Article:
Two La Trobe researchers – a specialist in cell biology and an alcohol policy and public health expert - have been recognised as emerging leaders in their field by being awarded NHMRC Career Development Fellowships (CDF).
In addition, five La Trobe scientists have been awarded a total of $$3.3m under the Project Grant scheme for a range of cancer-related research.
Deputy Vice-Chancellor (Research) Professor Keith Nugent said the strong results were a testament to the depth of research talent at La Trobe University.
“Research staff are focusing on some of the big challenges facing our community, better understanding disease at a molecular, cellular, individual and population level, and working with industry leaders to apply that knowledge and help make a difference,” he said.
NHMRC Career Development Fellowships
Dr Ivan Poon from the La Trobe Institute of Molecular Sciences was awarded $425,048 to better understand the role of dying cells in our body’s immune response to influenza A infection.
During cell death, cells disassemble in to smaller fragments, a process that could facilitate their removal, facilitate the spread of infection through the body as well as mediate communication with other healthy ‘defender’ cells.
Dr Michael Livingston from the Centre for Alcohol Policy Research, also received $425,048 for his work to better understand the reasons behind alcohol consumption and related-harm changes at a population level.
This fellowship will also directly assess the impact of changes to alcohol policies in Australia and the development of policy simulation models, to provide critical evidence and ensure well-informed policy decisions can be made to reduce alcohol-related harm.
NHMRC Project Grants
Dr Doug Fairlie (La Trobe School of Cancer Medicine and La Trobe School of Molecular Sciences) and Dr Erinna Lee (La Trobe School of Molecular Sciences) and their collaborators have been awarded $754,685 to work on a project entitled “Dual targeting of Myc and apoptosis pathways for improved Blood cancer treatment outcomes”.
Cancer cells frequently possess defects in genes called MYC and BCL-2 that control their growth and survival. Dr Fairlie and Dr Lee’s preliminary studies have shown that combining novel reagents that specifically target MYC plus BCL-2 leads to enhanced lymphoma cell killing.
In this study, the team will further develop these reagents and evaluate their ability to treat blood cancer. It is hoped that the approach will provide new avenues for treating cancer patients that respond poorly to current treatments.
Dr Frederic Masson (La Trobe School of Cancer Medicine) has been awarded a New Investigator Project Grant to the sum of $696,383 for his project “Understanding the role of B cells in gastric cancer for the design of new therapeutic strategies”.
Gastric cancer is the second most common cause of cancer-related death worldwide. Dr Masson and his team have previously established a clinically relevant mouse model of gastric cancer, in which their preliminary results indicate a strong link between B cell infiltration of tumours and gastric cancer progression. This project aims to elucidate the role of B cells in gastric cancer and determine whether B-cell targeted therapy alone or in combination with chemotherapy can be beneficial against this malignancy.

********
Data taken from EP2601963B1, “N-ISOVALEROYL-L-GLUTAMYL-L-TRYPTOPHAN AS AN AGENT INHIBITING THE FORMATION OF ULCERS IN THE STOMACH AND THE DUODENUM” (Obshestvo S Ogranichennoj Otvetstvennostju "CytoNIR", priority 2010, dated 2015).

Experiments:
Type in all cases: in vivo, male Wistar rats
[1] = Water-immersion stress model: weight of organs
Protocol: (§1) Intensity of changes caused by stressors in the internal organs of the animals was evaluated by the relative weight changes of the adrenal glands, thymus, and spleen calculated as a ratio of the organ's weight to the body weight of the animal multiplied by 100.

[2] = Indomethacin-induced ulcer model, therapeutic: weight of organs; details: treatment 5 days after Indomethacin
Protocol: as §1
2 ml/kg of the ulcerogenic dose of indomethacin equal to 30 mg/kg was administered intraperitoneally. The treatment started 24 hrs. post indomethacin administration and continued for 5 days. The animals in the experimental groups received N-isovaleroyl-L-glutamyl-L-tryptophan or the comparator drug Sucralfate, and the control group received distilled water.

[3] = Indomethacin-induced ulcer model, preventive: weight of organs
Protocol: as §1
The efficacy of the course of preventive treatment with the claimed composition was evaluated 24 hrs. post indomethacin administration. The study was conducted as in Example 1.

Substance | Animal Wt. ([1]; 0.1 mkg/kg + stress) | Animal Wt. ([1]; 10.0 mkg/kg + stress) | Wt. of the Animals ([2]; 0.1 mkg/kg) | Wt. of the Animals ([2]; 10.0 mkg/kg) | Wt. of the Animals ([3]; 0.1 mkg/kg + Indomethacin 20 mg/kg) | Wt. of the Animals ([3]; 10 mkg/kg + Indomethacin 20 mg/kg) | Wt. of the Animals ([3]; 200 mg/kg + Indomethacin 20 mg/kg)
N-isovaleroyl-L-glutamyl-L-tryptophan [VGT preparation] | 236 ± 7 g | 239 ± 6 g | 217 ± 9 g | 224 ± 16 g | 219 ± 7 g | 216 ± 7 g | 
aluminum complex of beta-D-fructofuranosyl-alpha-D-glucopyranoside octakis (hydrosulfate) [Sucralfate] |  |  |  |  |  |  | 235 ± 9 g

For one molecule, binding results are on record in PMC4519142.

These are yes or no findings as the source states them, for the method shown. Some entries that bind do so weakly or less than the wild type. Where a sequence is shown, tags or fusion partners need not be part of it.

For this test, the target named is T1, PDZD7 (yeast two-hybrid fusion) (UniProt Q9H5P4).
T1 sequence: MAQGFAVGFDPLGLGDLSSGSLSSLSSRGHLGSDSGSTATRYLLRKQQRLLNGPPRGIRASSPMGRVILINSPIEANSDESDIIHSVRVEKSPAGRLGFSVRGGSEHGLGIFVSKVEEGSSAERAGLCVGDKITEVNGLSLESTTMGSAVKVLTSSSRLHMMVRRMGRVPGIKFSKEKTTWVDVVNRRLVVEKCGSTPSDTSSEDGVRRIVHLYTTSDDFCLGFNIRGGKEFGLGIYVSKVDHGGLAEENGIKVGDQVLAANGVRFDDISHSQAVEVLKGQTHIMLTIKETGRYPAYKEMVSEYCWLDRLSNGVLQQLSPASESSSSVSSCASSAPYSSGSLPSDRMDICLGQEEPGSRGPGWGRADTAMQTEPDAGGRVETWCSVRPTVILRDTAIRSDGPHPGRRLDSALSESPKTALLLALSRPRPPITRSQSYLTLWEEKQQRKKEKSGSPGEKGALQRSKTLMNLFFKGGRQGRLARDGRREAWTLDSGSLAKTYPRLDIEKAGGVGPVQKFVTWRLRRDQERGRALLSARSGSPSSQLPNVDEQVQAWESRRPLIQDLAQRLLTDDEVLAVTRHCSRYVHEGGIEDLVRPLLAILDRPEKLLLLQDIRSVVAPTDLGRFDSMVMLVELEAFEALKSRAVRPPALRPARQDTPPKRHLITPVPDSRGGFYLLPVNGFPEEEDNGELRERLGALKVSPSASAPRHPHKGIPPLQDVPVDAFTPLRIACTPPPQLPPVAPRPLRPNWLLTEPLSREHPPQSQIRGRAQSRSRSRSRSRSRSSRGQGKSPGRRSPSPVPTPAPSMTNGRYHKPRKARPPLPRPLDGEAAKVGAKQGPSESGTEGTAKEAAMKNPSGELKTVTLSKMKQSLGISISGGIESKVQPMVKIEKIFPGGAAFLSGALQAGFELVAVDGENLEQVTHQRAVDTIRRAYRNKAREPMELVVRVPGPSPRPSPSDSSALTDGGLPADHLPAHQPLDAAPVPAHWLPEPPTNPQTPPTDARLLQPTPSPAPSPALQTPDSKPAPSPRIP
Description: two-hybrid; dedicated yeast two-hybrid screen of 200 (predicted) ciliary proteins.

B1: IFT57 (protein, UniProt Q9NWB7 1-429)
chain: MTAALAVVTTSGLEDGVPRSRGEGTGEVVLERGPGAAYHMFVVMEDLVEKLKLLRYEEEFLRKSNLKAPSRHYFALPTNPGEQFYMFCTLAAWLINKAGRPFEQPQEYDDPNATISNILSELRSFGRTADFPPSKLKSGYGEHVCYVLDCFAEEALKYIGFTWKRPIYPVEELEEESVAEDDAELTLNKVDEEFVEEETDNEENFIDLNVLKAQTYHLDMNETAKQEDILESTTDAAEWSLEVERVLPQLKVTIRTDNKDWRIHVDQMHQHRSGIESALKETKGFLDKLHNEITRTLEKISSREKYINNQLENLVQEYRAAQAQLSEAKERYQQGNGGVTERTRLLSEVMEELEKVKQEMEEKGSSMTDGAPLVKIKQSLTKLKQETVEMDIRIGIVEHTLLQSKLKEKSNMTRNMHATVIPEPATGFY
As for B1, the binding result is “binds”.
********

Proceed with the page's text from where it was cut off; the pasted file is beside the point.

Prof John Mariadason (La Trobe School of Cancer Medicine) has been awarded $670,784 to lead a multi-disciplinary team to study “The FGFR family as drivers and biomarkers of regorafenib response in gastric cancer”.
The drug regorafenib has recently emerged as a potential new treatment for patients with gastric (stomach) cancer. The research team has discovered that gastric cancer cell lines which express high levels of members of the FGFR family are highly sensitive to this drug. This project will define the potential of targeting the FGFR family in gastric cancer, the value of FGFR family members as markers of regorafenib response, and develop strategies for enhancing regorafenib activity in this difficult to treat disease.
Dr Belinda Parker (La Trobe School of Molecular Sciences) brings together an experienced, multi-disciplinary team that aims to translate strong basic breast cancer research into the clinic. Dr Parker has been awarded $474,840 for her study “Characterising the tumour suppressive function of myoepithelial cell stefin A in ductal carcinoma in situ”.
Ductal carcinoma in situ (DCIS) is a pre-invasive stage of breast cancer, where tumour cells remain restrained by myoepithelial cells that surround breast ducts. Predicting which cases of DCIS will later develop invasive cancer is difficult, meaning that the majority of patients have treatment. Dr Parker’s group identified the protease inhibitor Stefin A as a myoepithelial cell protein that blocks cancer invasion and the team aims to test the function of this protein in DCIS and its potential as a prognostic marker of the condition.
Dr Petranel Ferrao (La Trobe School of Cancer Medicine)will be “Targeting the JNK-JUN pathway to overcome therapy resistance in melanoma”. Her $694,728 Project Grant brings together a team of chief investigators that include academic and commercial company scientists with current knowledge, skills and expertise in melanoma research.
Melanoma patients can display remarkable responses to targeted and immunotherapies. However, most patients progress rapidly on targeted therapies and only a small proportion respond to immunotherapies. Dr Ferrao’s team has found that combination treatment with JNK inhibitors can overcome therapy resistance. In this project, they will determine the most effective JNK inhibitors available, and the optimal dosing and scheduling of combination treatment for evaluation in patients to improve responses, outcomes and survival.